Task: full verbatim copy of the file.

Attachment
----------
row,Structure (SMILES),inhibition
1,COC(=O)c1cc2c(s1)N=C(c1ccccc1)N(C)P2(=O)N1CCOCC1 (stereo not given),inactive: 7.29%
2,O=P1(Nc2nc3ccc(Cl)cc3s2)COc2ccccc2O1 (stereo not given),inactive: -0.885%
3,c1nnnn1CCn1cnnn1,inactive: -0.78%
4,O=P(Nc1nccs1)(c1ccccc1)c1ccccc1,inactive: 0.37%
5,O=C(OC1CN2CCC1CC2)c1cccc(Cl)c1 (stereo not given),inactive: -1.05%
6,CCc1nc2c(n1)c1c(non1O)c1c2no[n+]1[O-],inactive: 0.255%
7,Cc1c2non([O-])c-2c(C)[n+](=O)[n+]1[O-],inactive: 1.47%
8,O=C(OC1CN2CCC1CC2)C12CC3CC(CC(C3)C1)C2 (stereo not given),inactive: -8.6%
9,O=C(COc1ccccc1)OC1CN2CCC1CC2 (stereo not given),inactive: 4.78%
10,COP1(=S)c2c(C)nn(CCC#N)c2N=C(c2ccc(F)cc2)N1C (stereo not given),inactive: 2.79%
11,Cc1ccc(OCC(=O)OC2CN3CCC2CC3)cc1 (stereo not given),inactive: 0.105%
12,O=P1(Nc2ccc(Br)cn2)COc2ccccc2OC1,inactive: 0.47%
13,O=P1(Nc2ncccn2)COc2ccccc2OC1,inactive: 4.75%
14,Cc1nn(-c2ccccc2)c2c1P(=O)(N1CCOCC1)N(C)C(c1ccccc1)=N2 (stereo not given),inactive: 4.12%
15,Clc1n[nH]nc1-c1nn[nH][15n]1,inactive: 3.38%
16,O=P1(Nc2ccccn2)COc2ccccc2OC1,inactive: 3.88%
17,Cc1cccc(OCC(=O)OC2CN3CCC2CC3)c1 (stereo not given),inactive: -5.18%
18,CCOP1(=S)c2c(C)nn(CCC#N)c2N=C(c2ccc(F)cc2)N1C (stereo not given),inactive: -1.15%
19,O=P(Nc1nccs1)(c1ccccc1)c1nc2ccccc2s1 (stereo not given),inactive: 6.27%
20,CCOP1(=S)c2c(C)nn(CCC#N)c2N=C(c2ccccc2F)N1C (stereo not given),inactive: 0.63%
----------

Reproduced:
row,Structure (SMILES),inhibition
1,COC(=O)c1cc2c(s1)N=C(c1ccccc1)N(C)P2(=O)N1CCOCC1 (stereo not given),inactive: 7.29%
2,O=P1(Nc2nc3ccc(Cl)cc3s2)COc2ccccc2O1 (stereo not given),inactive: -0.885%
3,c1nnnn1CCn1cnnn1,inactive: -0.78%
4,O=P(Nc1nccs1)(c1ccccc1)c1ccccc1,inactive: 0.37%
5,O=C(OC1CN2CCC1CC2)c1cccc(Cl)c1 (stereo not given),inactive: -1.05%
6,CCc1nc2c(n1)c1c(non1O)c1c2no[n+]1[O-],inactive: 0.255%
7,Cc1c2non([O-])c-2c(C)[n+](=O)[n+]1[O-],inactive: 1.47%
8,O=C(OC1CN2CCC1CC2)C12CC3CC(CC(C3)C1)C2 (stereo not given),inactive: -8.6%
9,O=C(COc1ccccc1)OC1CN2CCC1CC2 (stereo not given),inactive: 4.78%
10,COP1(=S)c2c(C)nn(CCC#N)c2N=C(c2ccc(F)cc2)N1C (stereo not given),inactive: 2.79%
11,Cc1ccc(OCC(=O)OC2CN3CCC2CC3)cc1 (stereo not given),inactive: 0.105%
12,O=P1(Nc2ccc(Br)cn2)COc2ccccc2OC1,inactive: 0.47%
13,O=P1(Nc2ncccn2)COc2ccccc2OC1,inactive: 4.75%
14,Cc1nn(-c2ccccc2)c2c1P(=O)(N1CCOCC1)N(C)C(c1ccccc1)=N2 (stereo not given),inactive: 4.12%
15,Clc1n[nH]nc1-c1nn[nH][15n]1,inactive: 3.38%
16,O=P1(Nc2ccccn2)COc2ccccc2OC1,inactive: 3.88%
17,Cc1cccc(OCC(=O)OC2CN3CCC2CC3)c1 (stereo not given),inactive: -5.18%
18,CCOP1(=S)c2c(C)nn(CCC#N)c2N=C(c2ccc(F)cc2)N1C (stereo not given),inactive: -1.15%
19,O=P(Nc1nccs1)(c1ccccc1)c1nc2ccccc2s1 (stereo not given),inactive: 6.27%
20,CCOP1(=S)c2c(C)nn(CCC#N)c2N=C(c2ccccc2F)N1C (stereo not given),inactive: 0.63%